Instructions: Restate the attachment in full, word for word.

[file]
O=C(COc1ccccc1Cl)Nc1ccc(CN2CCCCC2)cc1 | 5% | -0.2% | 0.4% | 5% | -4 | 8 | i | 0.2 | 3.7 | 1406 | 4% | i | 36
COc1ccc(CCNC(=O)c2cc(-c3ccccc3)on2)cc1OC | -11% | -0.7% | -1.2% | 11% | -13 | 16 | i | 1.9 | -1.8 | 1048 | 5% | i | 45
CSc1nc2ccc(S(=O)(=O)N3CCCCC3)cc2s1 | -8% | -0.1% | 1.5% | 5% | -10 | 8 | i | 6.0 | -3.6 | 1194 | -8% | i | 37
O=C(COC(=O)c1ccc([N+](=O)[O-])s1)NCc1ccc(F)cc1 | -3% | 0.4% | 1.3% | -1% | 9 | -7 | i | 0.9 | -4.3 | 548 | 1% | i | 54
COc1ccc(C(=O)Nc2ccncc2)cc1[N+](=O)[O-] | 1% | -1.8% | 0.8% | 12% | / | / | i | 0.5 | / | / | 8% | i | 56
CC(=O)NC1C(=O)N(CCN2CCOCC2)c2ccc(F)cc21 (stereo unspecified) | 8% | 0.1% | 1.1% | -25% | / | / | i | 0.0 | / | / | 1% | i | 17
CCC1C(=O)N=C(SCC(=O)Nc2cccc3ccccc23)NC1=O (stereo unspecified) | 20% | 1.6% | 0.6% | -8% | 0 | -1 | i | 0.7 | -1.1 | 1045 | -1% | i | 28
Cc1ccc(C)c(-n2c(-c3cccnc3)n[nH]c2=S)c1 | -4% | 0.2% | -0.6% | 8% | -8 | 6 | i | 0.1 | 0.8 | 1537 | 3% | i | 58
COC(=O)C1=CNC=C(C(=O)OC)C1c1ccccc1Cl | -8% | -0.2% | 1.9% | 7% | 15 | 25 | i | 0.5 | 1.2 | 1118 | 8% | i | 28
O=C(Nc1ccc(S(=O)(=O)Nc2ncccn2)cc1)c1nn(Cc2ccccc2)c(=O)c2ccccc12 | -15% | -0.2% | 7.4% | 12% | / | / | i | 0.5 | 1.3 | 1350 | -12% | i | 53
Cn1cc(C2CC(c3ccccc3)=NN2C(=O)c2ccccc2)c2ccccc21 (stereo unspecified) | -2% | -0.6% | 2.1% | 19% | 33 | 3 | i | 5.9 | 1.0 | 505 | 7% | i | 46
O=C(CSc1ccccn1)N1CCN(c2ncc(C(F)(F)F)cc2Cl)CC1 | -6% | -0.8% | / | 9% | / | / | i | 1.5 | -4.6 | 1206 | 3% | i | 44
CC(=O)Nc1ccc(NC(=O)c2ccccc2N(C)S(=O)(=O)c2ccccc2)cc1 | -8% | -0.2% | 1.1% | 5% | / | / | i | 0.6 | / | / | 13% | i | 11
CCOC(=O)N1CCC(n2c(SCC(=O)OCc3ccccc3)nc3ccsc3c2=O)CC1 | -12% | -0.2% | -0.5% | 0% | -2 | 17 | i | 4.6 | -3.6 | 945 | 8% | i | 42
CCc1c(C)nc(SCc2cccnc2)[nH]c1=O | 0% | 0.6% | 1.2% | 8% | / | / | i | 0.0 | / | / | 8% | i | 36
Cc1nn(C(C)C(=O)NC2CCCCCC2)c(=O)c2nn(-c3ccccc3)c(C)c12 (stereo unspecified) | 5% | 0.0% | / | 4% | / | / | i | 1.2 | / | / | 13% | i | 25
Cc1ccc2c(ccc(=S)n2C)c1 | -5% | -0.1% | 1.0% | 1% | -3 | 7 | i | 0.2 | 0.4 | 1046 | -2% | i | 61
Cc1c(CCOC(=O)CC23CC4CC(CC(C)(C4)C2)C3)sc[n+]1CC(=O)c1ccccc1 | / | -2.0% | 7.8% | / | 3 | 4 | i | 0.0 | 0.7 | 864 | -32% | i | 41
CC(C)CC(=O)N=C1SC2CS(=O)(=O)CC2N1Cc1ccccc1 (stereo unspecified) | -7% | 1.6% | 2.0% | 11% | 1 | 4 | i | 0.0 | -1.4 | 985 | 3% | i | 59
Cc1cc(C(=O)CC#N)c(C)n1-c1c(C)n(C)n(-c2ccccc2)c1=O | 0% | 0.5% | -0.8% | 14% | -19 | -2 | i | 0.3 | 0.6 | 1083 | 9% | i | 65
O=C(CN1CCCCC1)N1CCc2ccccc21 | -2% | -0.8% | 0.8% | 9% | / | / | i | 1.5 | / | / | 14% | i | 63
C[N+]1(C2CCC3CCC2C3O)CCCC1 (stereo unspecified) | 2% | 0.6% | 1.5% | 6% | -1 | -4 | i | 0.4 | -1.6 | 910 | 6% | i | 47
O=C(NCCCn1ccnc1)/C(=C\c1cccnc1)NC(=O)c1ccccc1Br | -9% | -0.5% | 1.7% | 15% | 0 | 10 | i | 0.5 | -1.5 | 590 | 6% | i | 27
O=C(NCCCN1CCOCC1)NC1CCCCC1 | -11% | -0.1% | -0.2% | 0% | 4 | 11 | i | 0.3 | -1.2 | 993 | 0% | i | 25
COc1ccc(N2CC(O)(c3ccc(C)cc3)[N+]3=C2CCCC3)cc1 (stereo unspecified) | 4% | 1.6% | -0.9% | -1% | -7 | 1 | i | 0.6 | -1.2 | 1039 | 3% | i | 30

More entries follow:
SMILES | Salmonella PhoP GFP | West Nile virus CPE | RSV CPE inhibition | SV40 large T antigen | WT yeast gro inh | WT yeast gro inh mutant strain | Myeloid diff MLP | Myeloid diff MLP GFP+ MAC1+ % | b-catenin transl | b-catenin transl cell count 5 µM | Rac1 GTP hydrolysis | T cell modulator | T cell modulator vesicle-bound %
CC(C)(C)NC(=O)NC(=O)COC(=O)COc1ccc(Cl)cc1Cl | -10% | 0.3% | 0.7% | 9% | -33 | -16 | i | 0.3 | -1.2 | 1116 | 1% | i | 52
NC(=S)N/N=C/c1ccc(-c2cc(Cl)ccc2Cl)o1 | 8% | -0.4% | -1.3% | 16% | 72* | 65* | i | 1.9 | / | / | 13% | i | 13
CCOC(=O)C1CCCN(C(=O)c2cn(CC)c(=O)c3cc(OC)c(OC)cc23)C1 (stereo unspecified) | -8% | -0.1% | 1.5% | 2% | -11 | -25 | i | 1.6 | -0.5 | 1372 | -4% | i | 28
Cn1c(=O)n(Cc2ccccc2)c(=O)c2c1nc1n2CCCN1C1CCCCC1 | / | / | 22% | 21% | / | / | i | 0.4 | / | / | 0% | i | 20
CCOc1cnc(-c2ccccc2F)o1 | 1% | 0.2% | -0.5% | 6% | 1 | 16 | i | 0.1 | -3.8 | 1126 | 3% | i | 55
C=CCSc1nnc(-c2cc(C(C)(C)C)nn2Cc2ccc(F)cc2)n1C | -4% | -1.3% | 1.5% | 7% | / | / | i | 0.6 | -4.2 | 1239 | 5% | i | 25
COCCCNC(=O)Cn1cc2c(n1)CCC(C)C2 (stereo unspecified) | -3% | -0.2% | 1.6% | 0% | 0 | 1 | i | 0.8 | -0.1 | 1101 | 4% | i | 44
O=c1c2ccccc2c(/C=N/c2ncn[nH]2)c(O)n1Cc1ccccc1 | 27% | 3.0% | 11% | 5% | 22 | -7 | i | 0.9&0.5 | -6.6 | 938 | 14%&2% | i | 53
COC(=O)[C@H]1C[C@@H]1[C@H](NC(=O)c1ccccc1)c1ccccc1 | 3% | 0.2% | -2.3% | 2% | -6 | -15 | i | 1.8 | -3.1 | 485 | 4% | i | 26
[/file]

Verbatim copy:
O=C(COc1ccccc1Cl)Nc1ccc(CN2CCCCC2)cc1 | 5% | -0.2% | 0.4% | 5% | -4 | 8 | i | 0.2 | 3.7 | 1406 | 4% | i | 36
COc1ccc(CCNC(=O)c2cc(-c3ccccc3)on2)cc1OC | -11% | -0.7% | -1.2% | 11% | -13 | 16 | i | 1.9 | -1.8 | 1048 | 5% | i | 45
CSc1nc2ccc(S(=O)(=O)N3CCCCC3)cc2s1 | -8% | -0.1% | 1.5% | 5% | -10 | 8 | i | 6.0 | -3.6 | 1194 | -8% | i | 37
O=C(COC(=O)c1ccc([N+](=O)[O-])s1)NCc1ccc(F)cc1 | -3% | 0.4% | 1.3% | -1% | 9 | -7 | i | 0.9 | -4.3 | 548 | 1% | i | 54
COc1ccc(C(=O)Nc2ccncc2)cc1[N+](=O)[O-] | 1% | -1.8% | 0.8% | 12% | / | / | i | 0.5 | / | / | 8% | i | 56
CC(=O)NC1C(=O)N(CCN2CCOCC2)c2ccc(F)cc21 (stereo unspecified) | 8% | 0.1% | 1.1% | -25% | / | / | i | 0.0 | / | / | 1% | i | 17
CCC1C(=O)N=C(SCC(=O)Nc2cccc3ccccc23)NC1=O (stereo unspecified) | 20% | 1.6% | 0.6% | -8% | 0 | -1 | i | 0.7 | -1.1 | 1045 | -1% | i | 28
Cc1ccc(C)c(-n2c(-c3cccnc3)n[nH]c2=S)c1 | -4% | 0.2% | -0.6% | 8% | -8 | 6 | i | 0.1 | 0.8 | 1537 | 3% | i | 58
COC(=O)C1=CNC=C(C(=O)OC)C1c1ccccc1Cl | -8% | -0.2% | 1.9% | 7% | 15 | 25 | i | 0.5 | 1.2 | 1118 | 8% | i | 28
O=C(Nc1ccc(S(=O)(=O)Nc2ncccn2)cc1)c1nn(Cc2ccccc2)c(=O)c2ccccc12 | -15% | -0.2% | 7.4% | 12% | / | / | i | 0.5 | 1.3 | 1350 | -12% | i | 53
Cn1cc(C2CC(c3ccccc3)=NN2C(=O)c2ccccc2)c2ccccc21 (stereo unspecified) | -2% | -0.6% | 2.1% | 19% | 33 | 3 | i | 5.9 | 1.0 | 505 | 7% | i | 46
O=C(CSc1ccccn1)N1CCN(c2ncc(C(F)(F)F)cc2Cl)CC1 | -6% | -0.8% | / | 9% | / | / | i | 1.5 | -4.6 | 1206 | 3% | i | 44
CC(=O)Nc1ccc(NC(=O)c2ccccc2N(C)S(=O)(=O)c2ccccc2)cc1 | -8% | -0.2% | 1.1% | 5% | / | / | i | 0.6 | / | / | 13% | i | 11
CCOC(=O)N1CCC(n2c(SCC(=O)OCc3ccccc3)nc3ccsc3c2=O)CC1 | -12% | -0.2% | -0.5% | 0% | -2 | 17 | i | 4.6 | -3.6 | 945 | 8% | i | 42
CCc1c(C)nc(SCc2cccnc2)[nH]c1=O | 0% | 0.6% | 1.2% | 8% | / | / | i | 0.0 | / | / | 8% | i | 36
Cc1nn(C(C)C(=O)NC2CCCCCC2)c(=O)c2nn(-c3ccccc3)c(C)c12 (stereo unspecified) | 5% | 0.0% | / | 4% | / | / | i | 1.2 | / | / | 13% | i | 25
Cc1ccc2c(ccc(=S)n2C)c1 | -5% | -0.1% | 1.0% | 1% | -3 | 7 | i | 0.2 | 0.4 | 1046 | -2% | i | 61
Cc1c(CCOC(=O)CC23CC4CC(CC(C)(C4)C2)C3)sc[n+]1CC(=O)c1ccccc1 | / | -2.0% | 7.8% | / | 3 | 4 | i | 0.0 | 0.7 | 864 | -32% | i | 41
CC(C)CC(=O)N=C1SC2CS(=O)(=O)CC2N1Cc1ccccc1 (stereo unspecified) | -7% | 1.6% | 2.0% | 11% | 1 | 4 | i | 0.0 | -1.4 | 985 | 3% | i | 59
Cc1cc(C(=O)CC#N)c(C)n1-c1c(C)n(C)n(-c2ccccc2)c1=O | 0% | 0.5% | -0.8% | 14% | -19 | -2 | i | 0.3 | 0.6 | 1083 | 9% | i | 65
O=C(CN1CCCCC1)N1CCc2ccccc21 | -2% | -0.8% | 0.8% | 9% | / | / | i | 1.5 | / | / | 14% | i | 63
C[N+]1(C2CCC3CCC2C3O)CCCC1 (stereo unspecified) | 2% | 0.6% | 1.5% | 6% | -1 | -4 | i | 0.4 | -1.6 | 910 | 6% | i | 47
O=C(NCCCn1ccnc1)/C(=C\c1cccnc1)NC(=O)c1ccccc1Br | -9% | -0.5% | 1.7% | 15% | 0 | 10 | i | 0.5 | -1.5 | 590 | 6% | i | 27
O=C(NCCCN1CCOCC1)NC1CCCCC1 | -11% | -0.1% | -0.2% | 0% | 4 | 11 | i | 0.3 | -1.2 | 993 | 0% | i | 25
COc1ccc(N2CC(O)(c3ccc(C)cc3)[N+]3=C2CCCC3)cc1 (stereo unspecified) | 4% | 1.6% | -0.9% | -1% | -7 | 1 | i | 0.6 | -1.2 | 1039 | 3% | i | 30

More entries follow:
SMILES | Salmonella PhoP GFP | West Nile virus CPE | RSV CPE inhibition | SV40 large T antigen | WT yeast gro inh | WT yeast gro inh mutant strain | Myeloid diff MLP | Myeloid diff MLP GFP+ MAC1+ % | b-catenin transl | b-catenin transl cell count 5 µM | Rac1 GTP hydrolysis | T cell modulator | T cell modulator vesicle-bound %
CC(C)(C)NC(=O)NC(=O)COC(=O)COc1ccc(Cl)cc1Cl | -10% | 0.3% | 0.7% | 9% | -33 | -16 | i | 0.3 | -1.2 | 1116 | 1% | i | 52
NC(=S)N/N=C/c1ccc(-c2cc(Cl)ccc2Cl)o1 | 8% | -0.4% | -1.3% | 16% | 72* | 65* | i | 1.9 | / | / | 13% | i | 13
CCOC(=O)C1CCCN(C(=O)c2cn(CC)c(=O)c3cc(OC)c(OC)cc23)C1 (stereo unspecified) | -8% | -0.1% | 1.5% | 2% | -11 | -25 | i | 1.6 | -0.5 | 1372 | -4% | i | 28
Cn1c(=O)n(Cc2ccccc2)c(=O)c2c1nc1n2CCCN1C1CCCCC1 | / | / | 22% | 21% | / | / | i | 0.4 | / | / | 0% | i | 20
CCOc1cnc(-c2ccccc2F)o1 | 1% | 0.2% | -0.5% | 6% | 1 | 16 | i | 0.1 | -3.8 | 1126 | 3% | i | 55
C=CCSc1nnc(-c2cc(C(C)(C)C)nn2Cc2ccc(F)cc2)n1C | -4% | -1.3% | 1.5% | 7% | / | / | i | 0.6 | -4.2 | 1239 | 5% | i | 25
COCCCNC(=O)Cn1cc2c(n1)CCC(C)C2 (stereo unspecified) | -3% | -0.2% | 1.6% | 0% | 0 | 1 | i | 0.8 | -0.1 | 1101 | 4% | i | 44
O=c1c2ccccc2c(/C=N/c2ncn[nH]2)c(O)n1Cc1ccccc1 | 27% | 3.0% | 11% | 5% | 22 | -7 | i | 0.9&0.5 | -6.6 | 938 | 14%&2% | i | 53
COC(=O)[C@H]1C[C@@H]1[C@H](NC(=O)c1ccccc1)c1ccccc1 | 3% | 0.2% | -2.3% | 2% | -6 | -15 | i | 1.8 | -3.1 | 485 | 4% | i | 26